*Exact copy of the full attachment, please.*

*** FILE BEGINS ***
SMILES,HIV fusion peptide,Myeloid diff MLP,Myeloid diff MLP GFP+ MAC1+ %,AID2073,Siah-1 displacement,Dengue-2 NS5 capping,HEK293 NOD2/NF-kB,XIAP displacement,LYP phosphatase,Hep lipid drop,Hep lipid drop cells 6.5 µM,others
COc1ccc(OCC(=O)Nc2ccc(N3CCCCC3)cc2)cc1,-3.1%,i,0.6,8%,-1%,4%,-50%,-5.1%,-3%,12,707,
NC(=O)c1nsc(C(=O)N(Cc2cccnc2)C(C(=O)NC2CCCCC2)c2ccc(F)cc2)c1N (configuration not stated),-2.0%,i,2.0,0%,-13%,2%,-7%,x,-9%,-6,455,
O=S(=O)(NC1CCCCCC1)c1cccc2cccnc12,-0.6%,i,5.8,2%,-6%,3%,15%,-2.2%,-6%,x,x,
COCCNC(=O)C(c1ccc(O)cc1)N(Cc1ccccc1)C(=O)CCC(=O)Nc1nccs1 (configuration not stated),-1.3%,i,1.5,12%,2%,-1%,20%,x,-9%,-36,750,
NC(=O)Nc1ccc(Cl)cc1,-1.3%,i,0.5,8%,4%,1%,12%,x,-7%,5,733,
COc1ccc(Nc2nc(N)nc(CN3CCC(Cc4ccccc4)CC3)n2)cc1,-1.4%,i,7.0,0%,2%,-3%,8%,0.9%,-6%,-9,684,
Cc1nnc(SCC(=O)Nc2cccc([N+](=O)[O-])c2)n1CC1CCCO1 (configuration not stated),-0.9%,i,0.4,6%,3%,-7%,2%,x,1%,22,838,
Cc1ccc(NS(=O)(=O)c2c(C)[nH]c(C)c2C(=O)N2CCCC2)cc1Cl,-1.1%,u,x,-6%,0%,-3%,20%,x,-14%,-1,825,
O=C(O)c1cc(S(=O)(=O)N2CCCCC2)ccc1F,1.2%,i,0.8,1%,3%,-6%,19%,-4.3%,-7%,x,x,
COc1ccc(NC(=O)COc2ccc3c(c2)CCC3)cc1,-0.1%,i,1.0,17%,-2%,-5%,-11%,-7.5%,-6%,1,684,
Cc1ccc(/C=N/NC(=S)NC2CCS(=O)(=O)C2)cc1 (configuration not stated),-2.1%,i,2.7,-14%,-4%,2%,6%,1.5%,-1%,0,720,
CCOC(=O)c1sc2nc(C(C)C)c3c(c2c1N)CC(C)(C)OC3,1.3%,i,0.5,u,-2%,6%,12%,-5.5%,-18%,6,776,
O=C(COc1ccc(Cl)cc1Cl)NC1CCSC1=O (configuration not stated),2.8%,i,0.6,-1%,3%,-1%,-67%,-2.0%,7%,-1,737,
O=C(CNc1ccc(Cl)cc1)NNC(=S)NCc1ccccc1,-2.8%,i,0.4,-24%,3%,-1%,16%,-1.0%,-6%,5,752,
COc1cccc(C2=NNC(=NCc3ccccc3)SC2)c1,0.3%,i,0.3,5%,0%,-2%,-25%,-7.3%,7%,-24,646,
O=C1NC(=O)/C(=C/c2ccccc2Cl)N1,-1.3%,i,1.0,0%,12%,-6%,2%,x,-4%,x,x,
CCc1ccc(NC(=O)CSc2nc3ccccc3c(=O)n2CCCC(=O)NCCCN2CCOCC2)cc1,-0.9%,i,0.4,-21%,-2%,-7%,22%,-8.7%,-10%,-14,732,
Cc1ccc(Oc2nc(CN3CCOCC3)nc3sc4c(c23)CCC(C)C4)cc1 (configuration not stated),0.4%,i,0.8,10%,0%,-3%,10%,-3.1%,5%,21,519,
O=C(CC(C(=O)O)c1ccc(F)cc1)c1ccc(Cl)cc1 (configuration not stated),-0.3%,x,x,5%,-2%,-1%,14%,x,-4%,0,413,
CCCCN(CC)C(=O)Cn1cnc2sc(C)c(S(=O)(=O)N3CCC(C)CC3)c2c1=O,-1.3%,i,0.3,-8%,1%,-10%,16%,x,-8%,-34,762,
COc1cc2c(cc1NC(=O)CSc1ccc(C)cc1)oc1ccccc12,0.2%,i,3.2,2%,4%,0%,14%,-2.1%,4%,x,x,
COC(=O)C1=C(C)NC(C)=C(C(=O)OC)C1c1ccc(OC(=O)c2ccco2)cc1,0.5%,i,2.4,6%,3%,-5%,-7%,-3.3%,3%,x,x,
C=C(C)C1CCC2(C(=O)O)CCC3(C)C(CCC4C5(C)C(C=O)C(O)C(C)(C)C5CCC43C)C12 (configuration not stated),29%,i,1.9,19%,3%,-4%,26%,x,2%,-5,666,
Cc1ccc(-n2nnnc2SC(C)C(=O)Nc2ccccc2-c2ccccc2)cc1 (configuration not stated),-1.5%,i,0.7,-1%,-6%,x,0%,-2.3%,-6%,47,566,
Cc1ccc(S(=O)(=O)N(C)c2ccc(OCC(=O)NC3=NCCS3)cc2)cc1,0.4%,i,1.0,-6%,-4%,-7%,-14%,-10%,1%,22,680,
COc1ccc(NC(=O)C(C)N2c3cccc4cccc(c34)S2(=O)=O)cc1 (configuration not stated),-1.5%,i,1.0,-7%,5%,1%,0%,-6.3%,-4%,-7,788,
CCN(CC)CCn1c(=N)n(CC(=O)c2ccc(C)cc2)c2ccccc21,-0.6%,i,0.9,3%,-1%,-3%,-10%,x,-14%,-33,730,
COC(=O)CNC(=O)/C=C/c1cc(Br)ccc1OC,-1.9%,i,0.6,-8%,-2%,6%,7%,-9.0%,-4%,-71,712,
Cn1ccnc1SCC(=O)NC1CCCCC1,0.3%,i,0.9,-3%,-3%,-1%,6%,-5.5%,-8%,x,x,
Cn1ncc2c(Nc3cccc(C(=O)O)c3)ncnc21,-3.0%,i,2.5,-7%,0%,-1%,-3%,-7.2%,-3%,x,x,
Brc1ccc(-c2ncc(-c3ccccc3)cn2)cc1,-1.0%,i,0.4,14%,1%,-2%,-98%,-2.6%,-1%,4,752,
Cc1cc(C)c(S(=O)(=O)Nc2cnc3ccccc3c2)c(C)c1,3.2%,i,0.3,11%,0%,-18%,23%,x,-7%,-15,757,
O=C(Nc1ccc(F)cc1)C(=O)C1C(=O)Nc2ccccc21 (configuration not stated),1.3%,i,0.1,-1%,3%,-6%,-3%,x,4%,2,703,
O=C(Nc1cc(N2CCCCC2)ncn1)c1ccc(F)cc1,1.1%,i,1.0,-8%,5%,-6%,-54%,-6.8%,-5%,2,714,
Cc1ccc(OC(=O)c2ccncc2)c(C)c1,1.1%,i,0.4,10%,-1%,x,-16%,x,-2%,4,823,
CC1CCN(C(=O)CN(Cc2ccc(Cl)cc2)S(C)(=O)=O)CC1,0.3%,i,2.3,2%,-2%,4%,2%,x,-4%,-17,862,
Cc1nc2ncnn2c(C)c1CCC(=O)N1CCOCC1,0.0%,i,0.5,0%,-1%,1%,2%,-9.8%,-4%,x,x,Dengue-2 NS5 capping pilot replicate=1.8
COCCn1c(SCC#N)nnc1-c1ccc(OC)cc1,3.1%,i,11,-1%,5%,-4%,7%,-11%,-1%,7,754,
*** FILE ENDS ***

SMILES,HIV fusion peptide,Myeloid diff MLP,Myeloid diff MLP GFP+ MAC1+ %,AID2073,Siah-1 displacement,Dengue-2 NS5 capping,HEK293 NOD2/NF-kB,XIAP displacement,LYP phosphatase,Hep lipid drop,Hep lipid drop cells 6.5 µM,others
COc1ccc(OCC(=O)Nc2ccc(N3CCCCC3)cc2)cc1,-3.1%,i,0.6,8%,-1%,4%,-50%,-5.1%,-3%,12,707,
NC(=O)c1nsc(C(=O)N(Cc2cccnc2)C(C(=O)NC2CCCCC2)c2ccc(F)cc2)c1N (configuration not stated),-2.0%,i,2.0,0%,-13%,2%,-7%,x,-9%,-6,455,
O=S(=O)(NC1CCCCCC1)c1cccc2cccnc12,-0.6%,i,5.8,2%,-6%,3%,15%,-2.2%,-6%,x,x,
COCCNC(=O)C(c1ccc(O)cc1)N(Cc1ccccc1)C(=O)CCC(=O)Nc1nccs1 (configuration not stated),-1.3%,i,1.5,12%,2%,-1%,20%,x,-9%,-36,750,
NC(=O)Nc1ccc(Cl)cc1,-1.3%,i,0.5,8%,4%,1%,12%,x,-7%,5,733,
COc1ccc(Nc2nc(N)nc(CN3CCC(Cc4ccccc4)CC3)n2)cc1,-1.4%,i,7.0,0%,2%,-3%,8%,0.9%,-6%,-9,684,
Cc1nnc(SCC(=O)Nc2cccc([N+](=O)[O-])c2)n1CC1CCCO1 (configuration not stated),-0.9%,i,0.4,6%,3%,-7%,2%,x,1%,22,838,
Cc1ccc(NS(=O)(=O)c2c(C)[nH]c(C)c2C(=O)N2CCCC2)cc1Cl,-1.1%,u,x,-6%,0%,-3%,20%,x,-14%,-1,825,
O=C(O)c1cc(S(=O)(=O)N2CCCCC2)ccc1F,1.2%,i,0.8,1%,3%,-6%,19%,-4.3%,-7%,x,x,
COc1ccc(NC(=O)COc2ccc3c(c2)CCC3)cc1,-0.1%,i,1.0,17%,-2%,-5%,-11%,-7.5%,-6%,1,684,
Cc1ccc(/C=N/NC(=S)NC2CCS(=O)(=O)C2)cc1 (configuration not stated),-2.1%,i,2.7,-14%,-4%,2%,6%,1.5%,-1%,0,720,
CCOC(=O)c1sc2nc(C(C)C)c3c(c2c1N)CC(C)(C)OC3,1.3%,i,0.5,u,-2%,6%,12%,-5.5%,-18%,6,776,
O=C(COc1ccc(Cl)cc1Cl)NC1CCSC1=O (configuration not stated),2.8%,i,0.6,-1%,3%,-1%,-67%,-2.0%,7%,-1,737,
O=C(CNc1ccc(Cl)cc1)NNC(=S)NCc1ccccc1,-2.8%,i,0.4,-24%,3%,-1%,16%,-1.0%,-6%,5,752,
COc1cccc(C2=NNC(=NCc3ccccc3)SC2)c1,0.3%,i,0.3,5%,0%,-2%,-25%,-7.3%,7%,-24,646,
O=C1NC(=O)/C(=C/c2ccccc2Cl)N1,-1.3%,i,1.0,0%,12%,-6%,2%,x,-4%,x,x,
CCc1ccc(NC(=O)CSc2nc3ccccc3c(=O)n2CCCC(=O)NCCCN2CCOCC2)cc1,-0.9%,i,0.4,-21%,-2%,-7%,22%,-8.7%,-10%,-14,732,
Cc1ccc(Oc2nc(CN3CCOCC3)nc3sc4c(c23)CCC(C)C4)cc1 (configuration not stated),0.4%,i,0.8,10%,0%,-3%,10%,-3.1%,5%,21,519,
O=C(CC(C(=O)O)c1ccc(F)cc1)c1ccc(Cl)cc1 (configuration not stated),-0.3%,x,x,5%,-2%,-1%,14%,x,-4%,0,413,
CCCCN(CC)C(=O)Cn1cnc2sc(C)c(S(=O)(=O)N3CCC(C)CC3)c2c1=O,-1.3%,i,0.3,-8%,1%,-10%,16%,x,-8%,-34,762,
COc1cc2c(cc1NC(=O)CSc1ccc(C)cc1)oc1ccccc12,0.2%,i,3.2,2%,4%,0%,14%,-2.1%,4%,x,x,
COC(=O)C1=C(C)NC(C)=C(C(=O)OC)C1c1ccc(OC(=O)c2ccco2)cc1,0.5%,i,2.4,6%,3%,-5%,-7%,-3.3%,3%,x,x,
C=C(C)C1CCC2(C(=O)O)CCC3(C)C(CCC4C5(C)C(C=O)C(O)C(C)(C)C5CCC43C)C12 (configuration not stated),29%,i,1.9,19%,3%,-4%,26%,x,2%,-5,666,
Cc1ccc(-n2nnnc2SC(C)C(=O)Nc2ccccc2-c2ccccc2)cc1 (configuration not stated),-1.5%,i,0.7,-1%,-6%,x,0%,-2.3%,-6%,47,566,
Cc1ccc(S(=O)(=O)N(C)c2ccc(OCC(=O)NC3=NCCS3)cc2)cc1,0.4%,i,1.0,-6%,-4%,-7%,-14%,-10%,1%,22,680,
COc1ccc(NC(=O)C(C)N2c3cccc4cccc(c34)S2(=O)=O)cc1 (configuration not stated),-1.5%,i,1.0,-7%,5%,1%,0%,-6.3%,-4%,-7,788,
CCN(CC)CCn1c(=N)n(CC(=O)c2ccc(C)cc2)c2ccccc21,-0.6%,i,0.9,3%,-1%,-3%,-10%,x,-14%,-33,730,
COC(=O)CNC(=O)/C=C/c1cc(Br)ccc1OC,-1.9%,i,0.6,-8%,-2%,6%,7%,-9.0%,-4%,-71,712,
Cn1ccnc1SCC(=O)NC1CCCCC1,0.3%,i,0.9,-3%,-3%,-1%,6%,-5.5%,-8%,x,x,
Cn1ncc2c(Nc3cccc(C(=O)O)c3)ncnc21,-3.0%,i,2.5,-7%,0%,-1%,-3%,-7.2%,-3%,x,x,
Brc1ccc(-c2ncc(-c3ccccc3)cn2)cc1,-1.0%,i,0.4,14%,1%,-2%,-98%,-2.6%,-1%,4,752,
Cc1cc(C)c(S(=O)(=O)Nc2cnc3ccccc3c2)c(C)c1,3.2%,i,0.3,11%,0%,-18%,23%,x,-7%,-15,757,
O=C(Nc1ccc(F)cc1)C(=O)C1C(=O)Nc2ccccc21 (configuration not stated),1.3%,i,0.1,-1%,3%,-6%,-3%,x,4%,2,703,
O=C(Nc1cc(N2CCCCC2)ncn1)c1ccc(F)cc1,1.1%,i,1.0,-8%,5%,-6%,-54%,-6.8%,-5%,2,714,
Cc1ccc(OC(=O)c2ccncc2)c(C)c1,1.1%,i,0.4,10%,-1%,x,-16%,x,-2%,4,823,
CC1CCN(C(=O)CN(Cc2ccc(Cl)cc2)S(C)(=O)=O)CC1,0.3%,i,2.3,2%,-2%,4%,2%,x,-4%,-17,862,
Cc1nc2ncnn2c(C)c1CCC(=O)N1CCOCC1,0.0%,i,0.5,0%,-1%,1%,2%,-9.8%,-4%,x,x,Dengue-2 NS5 capping pilot replicate=1.8
COCCn1c(SCC#N)nnc1-c1ccc(OC)cc1,3.1%,i,11,-1%,5%,-4%,7%,-11%,-1%,7,754,